Practical Farmers member Greg Koether, who raises 800 cattle on 900 acres of Clayton County pasture, said his grass-fed beef brings almost twice the price of feedlot-produced beef, and there is no shortage of buyers.

“People are studying their food supply and are willing to pay more for healthful, flavorful meat” raised without antibiotics and growth stimulants in a stress-free environment, he said.

Expanded roles

Practical Farmers of Iowa members Jason and Angela Johnson, who raise grass-fed pork on a 20-acre farm near Derby in south-central Iowa, said their customers like that their hogs live a happy and leisurely life foraging for their food and socializing with each other.

Teresa Opheim, executive director of the Practical Farmers, whose 2,800 members are united by a heightened sense of stewardship, said she agrees that the predominant corn and soybean rotation — which keeps living roots in the soil for just five months of the year — is not conducive to high quality soil and water.

“We need to keep our ‘black gold’ soil covered the year-round if we want to save soil and improve our water quality,” Opheim said.

Cover crops, planted after the harvest of corn and soybeans, would be a good first step in achieving that goal, Opheim said. An even better alternative, she said, would be an expanded role for hay, pasture and small grains.

Practical Farmers cover crops coordinator Sarah Carlson said cover crops have been planted on just 400,000 of Iowa’s 23 million acres — an adoption rate of less than 2 percent and a far cry from the 60 percent adoption rate called for by Iowa’s nutrient reduction strategy.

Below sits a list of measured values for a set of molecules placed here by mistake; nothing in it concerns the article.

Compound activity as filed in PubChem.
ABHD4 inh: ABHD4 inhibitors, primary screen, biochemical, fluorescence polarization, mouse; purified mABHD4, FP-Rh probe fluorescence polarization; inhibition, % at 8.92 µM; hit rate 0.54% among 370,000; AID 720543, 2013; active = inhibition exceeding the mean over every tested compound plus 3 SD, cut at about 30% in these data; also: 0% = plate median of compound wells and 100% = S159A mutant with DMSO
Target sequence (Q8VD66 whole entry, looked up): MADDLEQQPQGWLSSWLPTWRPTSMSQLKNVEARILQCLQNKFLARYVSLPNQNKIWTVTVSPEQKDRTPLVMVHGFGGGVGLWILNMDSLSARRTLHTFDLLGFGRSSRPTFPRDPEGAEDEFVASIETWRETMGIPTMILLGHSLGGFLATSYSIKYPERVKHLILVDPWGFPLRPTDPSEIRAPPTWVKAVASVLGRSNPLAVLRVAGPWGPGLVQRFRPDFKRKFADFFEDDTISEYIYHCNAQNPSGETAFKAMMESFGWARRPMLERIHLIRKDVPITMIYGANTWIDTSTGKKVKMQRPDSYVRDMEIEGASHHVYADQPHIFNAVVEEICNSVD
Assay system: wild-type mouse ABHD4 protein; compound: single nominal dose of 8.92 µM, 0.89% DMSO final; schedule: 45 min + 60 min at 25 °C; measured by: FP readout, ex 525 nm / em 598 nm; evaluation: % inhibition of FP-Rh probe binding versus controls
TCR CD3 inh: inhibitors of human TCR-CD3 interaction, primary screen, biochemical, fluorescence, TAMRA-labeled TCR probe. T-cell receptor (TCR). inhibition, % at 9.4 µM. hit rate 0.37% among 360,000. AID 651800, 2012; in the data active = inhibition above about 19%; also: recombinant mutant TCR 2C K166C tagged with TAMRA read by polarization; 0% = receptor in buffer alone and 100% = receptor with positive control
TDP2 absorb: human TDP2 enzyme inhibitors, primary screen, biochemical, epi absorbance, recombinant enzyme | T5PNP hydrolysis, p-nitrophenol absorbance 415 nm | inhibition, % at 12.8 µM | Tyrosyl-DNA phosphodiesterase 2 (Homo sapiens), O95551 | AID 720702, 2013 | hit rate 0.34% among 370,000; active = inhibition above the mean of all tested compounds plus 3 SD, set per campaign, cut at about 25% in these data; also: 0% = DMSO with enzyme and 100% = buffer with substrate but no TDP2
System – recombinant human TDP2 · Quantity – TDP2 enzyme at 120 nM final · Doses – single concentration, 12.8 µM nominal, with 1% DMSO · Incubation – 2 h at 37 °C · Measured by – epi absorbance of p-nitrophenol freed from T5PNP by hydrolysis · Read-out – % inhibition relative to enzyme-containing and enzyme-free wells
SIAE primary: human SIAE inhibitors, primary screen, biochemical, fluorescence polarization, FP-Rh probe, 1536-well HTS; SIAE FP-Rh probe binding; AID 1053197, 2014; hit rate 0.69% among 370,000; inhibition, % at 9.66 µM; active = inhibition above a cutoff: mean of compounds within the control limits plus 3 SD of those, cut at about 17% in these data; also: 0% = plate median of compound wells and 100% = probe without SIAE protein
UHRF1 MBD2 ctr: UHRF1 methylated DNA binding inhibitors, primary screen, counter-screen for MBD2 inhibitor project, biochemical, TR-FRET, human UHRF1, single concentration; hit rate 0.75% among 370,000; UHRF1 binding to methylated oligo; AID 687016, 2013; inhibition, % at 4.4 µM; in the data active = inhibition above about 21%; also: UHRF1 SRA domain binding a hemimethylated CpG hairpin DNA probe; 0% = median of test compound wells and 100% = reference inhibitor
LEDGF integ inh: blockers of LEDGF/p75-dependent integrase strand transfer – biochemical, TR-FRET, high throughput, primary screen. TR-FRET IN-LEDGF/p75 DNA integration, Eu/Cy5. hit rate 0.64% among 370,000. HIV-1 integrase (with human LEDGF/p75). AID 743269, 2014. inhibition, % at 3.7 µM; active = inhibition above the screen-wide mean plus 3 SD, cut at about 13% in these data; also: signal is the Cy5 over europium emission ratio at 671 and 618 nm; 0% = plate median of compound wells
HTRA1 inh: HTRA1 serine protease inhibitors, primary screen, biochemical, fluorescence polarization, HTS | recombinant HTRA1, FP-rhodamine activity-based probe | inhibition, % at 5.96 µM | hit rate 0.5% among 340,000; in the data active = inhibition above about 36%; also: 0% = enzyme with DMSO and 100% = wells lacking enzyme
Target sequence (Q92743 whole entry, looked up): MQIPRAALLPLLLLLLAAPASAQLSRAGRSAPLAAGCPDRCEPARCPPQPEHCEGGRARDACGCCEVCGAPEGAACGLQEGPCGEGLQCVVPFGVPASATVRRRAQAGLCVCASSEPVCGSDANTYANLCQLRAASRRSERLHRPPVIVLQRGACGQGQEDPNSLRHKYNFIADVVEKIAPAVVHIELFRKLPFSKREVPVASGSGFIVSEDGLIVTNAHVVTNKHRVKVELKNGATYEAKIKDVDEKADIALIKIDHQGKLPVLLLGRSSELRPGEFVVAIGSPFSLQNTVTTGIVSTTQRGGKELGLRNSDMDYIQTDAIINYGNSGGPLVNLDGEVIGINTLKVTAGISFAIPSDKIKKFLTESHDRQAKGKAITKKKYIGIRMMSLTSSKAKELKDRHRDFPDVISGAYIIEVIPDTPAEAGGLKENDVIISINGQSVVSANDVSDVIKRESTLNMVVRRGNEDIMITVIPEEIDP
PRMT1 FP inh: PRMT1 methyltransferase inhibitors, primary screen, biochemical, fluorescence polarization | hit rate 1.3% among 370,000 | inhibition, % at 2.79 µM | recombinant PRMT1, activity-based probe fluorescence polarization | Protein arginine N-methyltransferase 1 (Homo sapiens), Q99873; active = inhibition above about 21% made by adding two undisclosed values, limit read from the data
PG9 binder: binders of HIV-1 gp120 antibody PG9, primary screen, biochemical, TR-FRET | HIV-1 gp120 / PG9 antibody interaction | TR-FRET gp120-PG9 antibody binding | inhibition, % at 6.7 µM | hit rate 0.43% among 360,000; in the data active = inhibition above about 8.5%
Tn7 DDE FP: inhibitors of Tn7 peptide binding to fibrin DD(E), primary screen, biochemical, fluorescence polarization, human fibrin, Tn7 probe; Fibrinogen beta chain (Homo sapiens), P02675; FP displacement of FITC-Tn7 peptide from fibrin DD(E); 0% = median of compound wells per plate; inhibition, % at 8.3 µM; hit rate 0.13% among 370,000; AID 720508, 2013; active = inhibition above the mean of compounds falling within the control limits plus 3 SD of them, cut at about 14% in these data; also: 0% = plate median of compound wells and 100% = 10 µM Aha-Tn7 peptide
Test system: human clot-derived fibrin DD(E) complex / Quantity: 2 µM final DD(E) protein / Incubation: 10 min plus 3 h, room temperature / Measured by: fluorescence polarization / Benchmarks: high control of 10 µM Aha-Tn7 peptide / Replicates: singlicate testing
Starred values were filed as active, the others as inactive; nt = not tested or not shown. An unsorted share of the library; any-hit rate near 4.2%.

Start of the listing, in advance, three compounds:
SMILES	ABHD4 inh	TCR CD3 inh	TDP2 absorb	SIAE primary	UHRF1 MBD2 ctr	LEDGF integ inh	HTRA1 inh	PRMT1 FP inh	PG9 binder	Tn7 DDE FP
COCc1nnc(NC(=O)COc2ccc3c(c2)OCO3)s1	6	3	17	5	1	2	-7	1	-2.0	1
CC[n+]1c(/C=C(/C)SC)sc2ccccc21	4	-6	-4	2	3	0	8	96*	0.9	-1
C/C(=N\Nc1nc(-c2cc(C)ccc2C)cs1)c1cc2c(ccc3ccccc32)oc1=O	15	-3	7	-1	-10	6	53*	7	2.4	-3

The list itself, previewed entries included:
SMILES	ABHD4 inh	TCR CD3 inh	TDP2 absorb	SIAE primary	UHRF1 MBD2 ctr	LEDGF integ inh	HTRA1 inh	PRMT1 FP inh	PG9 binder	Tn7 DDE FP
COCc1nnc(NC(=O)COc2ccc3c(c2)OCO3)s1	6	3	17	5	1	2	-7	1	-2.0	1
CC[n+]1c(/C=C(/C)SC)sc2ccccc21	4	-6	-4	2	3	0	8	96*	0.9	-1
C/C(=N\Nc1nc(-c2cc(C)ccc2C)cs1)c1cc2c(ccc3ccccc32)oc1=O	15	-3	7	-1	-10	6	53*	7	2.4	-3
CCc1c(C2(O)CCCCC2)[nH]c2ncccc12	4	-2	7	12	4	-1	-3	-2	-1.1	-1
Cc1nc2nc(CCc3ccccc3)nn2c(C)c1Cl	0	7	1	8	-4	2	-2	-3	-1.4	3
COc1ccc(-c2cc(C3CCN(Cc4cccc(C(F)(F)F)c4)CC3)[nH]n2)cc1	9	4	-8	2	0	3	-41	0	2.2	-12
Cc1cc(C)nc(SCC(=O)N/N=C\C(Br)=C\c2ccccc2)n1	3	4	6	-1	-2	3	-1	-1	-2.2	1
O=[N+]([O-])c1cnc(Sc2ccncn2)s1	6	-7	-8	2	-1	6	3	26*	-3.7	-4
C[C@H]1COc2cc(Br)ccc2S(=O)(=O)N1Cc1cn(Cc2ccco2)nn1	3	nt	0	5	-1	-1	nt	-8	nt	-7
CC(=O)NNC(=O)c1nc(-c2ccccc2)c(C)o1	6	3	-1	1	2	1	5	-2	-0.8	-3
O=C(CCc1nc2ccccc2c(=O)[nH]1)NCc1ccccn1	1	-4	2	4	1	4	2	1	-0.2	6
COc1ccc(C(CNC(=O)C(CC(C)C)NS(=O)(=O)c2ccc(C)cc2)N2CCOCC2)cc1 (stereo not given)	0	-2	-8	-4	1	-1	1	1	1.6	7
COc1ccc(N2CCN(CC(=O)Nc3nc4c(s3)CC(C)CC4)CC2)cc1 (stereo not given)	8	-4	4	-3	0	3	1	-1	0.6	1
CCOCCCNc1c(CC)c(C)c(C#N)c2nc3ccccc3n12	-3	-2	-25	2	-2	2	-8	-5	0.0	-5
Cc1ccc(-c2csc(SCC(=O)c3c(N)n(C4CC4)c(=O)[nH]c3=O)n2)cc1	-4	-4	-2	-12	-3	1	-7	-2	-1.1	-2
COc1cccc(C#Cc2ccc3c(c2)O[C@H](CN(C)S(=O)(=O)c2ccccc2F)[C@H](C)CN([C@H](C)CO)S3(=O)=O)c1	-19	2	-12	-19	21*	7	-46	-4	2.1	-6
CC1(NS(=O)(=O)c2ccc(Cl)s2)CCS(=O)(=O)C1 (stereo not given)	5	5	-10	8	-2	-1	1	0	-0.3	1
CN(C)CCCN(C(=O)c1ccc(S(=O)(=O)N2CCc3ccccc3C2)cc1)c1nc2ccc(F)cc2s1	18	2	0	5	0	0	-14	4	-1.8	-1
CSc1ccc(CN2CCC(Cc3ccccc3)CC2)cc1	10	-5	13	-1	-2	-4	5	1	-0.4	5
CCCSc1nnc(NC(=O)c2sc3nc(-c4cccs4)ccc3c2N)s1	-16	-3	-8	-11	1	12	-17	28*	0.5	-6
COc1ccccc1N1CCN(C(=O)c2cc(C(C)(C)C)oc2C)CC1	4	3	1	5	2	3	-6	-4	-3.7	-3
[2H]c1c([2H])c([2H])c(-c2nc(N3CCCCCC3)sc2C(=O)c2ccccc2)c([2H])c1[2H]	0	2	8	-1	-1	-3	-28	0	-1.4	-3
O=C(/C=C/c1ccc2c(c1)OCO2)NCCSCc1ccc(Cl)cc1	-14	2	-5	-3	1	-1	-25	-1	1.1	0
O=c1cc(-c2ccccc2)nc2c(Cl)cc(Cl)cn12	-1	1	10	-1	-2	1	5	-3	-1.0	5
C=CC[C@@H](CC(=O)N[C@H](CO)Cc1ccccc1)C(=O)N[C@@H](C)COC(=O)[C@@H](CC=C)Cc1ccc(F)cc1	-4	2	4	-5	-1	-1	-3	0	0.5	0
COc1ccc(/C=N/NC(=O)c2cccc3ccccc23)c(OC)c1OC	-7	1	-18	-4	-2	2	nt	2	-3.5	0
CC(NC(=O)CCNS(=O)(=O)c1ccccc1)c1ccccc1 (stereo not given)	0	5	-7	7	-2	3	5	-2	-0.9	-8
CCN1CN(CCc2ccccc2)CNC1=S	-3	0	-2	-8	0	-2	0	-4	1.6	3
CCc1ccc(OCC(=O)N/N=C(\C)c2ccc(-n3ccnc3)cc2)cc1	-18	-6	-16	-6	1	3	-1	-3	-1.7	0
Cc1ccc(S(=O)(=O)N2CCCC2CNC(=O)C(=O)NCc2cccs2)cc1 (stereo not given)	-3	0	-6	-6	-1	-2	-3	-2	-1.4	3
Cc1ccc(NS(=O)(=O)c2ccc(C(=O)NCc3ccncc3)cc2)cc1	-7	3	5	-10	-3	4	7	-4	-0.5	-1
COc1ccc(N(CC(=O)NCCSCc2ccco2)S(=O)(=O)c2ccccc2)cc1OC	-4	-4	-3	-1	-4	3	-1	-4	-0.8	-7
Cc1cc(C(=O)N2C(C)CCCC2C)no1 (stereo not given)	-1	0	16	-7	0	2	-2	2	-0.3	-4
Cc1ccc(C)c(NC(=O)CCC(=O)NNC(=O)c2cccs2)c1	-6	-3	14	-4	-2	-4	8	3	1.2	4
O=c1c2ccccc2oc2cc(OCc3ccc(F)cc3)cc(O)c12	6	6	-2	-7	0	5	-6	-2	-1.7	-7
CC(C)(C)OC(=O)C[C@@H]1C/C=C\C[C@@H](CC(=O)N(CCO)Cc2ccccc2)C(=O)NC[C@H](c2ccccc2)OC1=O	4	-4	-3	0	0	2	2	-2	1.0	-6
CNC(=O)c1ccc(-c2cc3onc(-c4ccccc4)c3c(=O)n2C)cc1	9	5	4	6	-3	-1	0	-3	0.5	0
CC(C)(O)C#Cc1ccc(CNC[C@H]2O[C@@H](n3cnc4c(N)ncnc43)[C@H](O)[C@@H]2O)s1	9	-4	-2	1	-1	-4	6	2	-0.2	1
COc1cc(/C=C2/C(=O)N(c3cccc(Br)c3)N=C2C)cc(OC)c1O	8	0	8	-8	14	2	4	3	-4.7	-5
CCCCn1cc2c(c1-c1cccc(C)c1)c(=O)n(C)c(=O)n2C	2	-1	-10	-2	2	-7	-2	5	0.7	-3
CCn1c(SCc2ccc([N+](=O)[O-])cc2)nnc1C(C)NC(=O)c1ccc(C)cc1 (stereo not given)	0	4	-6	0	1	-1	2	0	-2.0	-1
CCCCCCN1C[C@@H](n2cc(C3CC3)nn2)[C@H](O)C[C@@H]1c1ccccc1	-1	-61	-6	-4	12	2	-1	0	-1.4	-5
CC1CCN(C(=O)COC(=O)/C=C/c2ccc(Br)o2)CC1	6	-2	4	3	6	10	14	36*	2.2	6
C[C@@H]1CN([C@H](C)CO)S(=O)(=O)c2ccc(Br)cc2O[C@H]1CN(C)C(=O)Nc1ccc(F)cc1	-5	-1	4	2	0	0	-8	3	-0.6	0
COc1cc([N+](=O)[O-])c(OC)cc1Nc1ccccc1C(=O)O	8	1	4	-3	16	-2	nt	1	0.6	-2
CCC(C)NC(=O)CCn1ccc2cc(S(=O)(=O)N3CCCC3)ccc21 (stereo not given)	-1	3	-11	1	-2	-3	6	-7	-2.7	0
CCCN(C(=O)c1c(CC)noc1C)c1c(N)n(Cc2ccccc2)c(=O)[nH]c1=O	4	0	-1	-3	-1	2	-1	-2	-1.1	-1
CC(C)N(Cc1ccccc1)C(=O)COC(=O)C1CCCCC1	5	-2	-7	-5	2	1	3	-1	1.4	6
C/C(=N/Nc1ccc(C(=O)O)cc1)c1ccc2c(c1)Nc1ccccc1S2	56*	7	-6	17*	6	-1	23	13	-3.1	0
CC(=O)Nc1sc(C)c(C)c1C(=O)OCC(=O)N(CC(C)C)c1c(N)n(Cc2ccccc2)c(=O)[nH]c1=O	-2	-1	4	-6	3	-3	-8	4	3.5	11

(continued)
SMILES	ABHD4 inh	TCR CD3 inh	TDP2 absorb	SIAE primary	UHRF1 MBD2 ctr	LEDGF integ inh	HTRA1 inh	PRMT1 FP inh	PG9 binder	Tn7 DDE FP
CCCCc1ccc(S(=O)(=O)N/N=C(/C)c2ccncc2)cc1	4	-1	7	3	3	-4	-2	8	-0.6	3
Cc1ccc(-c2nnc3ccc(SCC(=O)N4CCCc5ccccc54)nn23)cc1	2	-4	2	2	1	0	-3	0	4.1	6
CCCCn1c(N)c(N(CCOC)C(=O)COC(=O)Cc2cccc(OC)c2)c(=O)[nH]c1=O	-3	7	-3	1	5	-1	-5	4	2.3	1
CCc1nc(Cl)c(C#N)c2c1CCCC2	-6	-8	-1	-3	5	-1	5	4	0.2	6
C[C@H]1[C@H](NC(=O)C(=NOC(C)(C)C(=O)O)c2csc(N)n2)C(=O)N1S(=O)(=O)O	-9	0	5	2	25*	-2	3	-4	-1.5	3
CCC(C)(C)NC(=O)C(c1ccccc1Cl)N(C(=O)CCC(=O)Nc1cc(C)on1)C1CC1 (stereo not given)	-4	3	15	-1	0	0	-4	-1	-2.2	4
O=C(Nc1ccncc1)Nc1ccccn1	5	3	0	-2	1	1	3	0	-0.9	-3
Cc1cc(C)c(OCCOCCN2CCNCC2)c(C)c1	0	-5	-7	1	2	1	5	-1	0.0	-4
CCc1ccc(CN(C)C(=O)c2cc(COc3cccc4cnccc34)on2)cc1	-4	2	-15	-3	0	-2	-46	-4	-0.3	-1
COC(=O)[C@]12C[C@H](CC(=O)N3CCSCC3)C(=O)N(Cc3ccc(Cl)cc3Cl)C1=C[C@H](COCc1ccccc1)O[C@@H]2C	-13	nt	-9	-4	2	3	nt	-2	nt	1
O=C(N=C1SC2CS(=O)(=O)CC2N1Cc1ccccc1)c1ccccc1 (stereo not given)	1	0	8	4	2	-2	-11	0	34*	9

Opheim said the implementation of the nutrient-reduction strategy and the lawsuit filed by the Des Moines Water Works to compel three northwest Iowa counties to reduce nitrate runoff have called attention to the nutrient pollution plaguing Iowa waters and water downstream as far as the dead zone in the Gulf of Mexico.

The strategy recommends that farmers reduce their nutrient footprints by adopting effective management strategies and conservation practices.

Keeney, the Leopold Center pioneer, called the Des Moines Water Works lawsuit “a good service.”

“We’ve tried persuasion and peer-pressure, and none of those things have worked,” he said.

“I don’t believe it’s going to happen voluntarily,” said organic dairy farmer Francis Thicke of rural Fairfield.

Thicke, who ran unsuccessfully for Iowa agriculture secretary in 2010, proposes a kinder, gentler form of regulation in which each farmer would be incentivized to formulate a nutrient-management plan.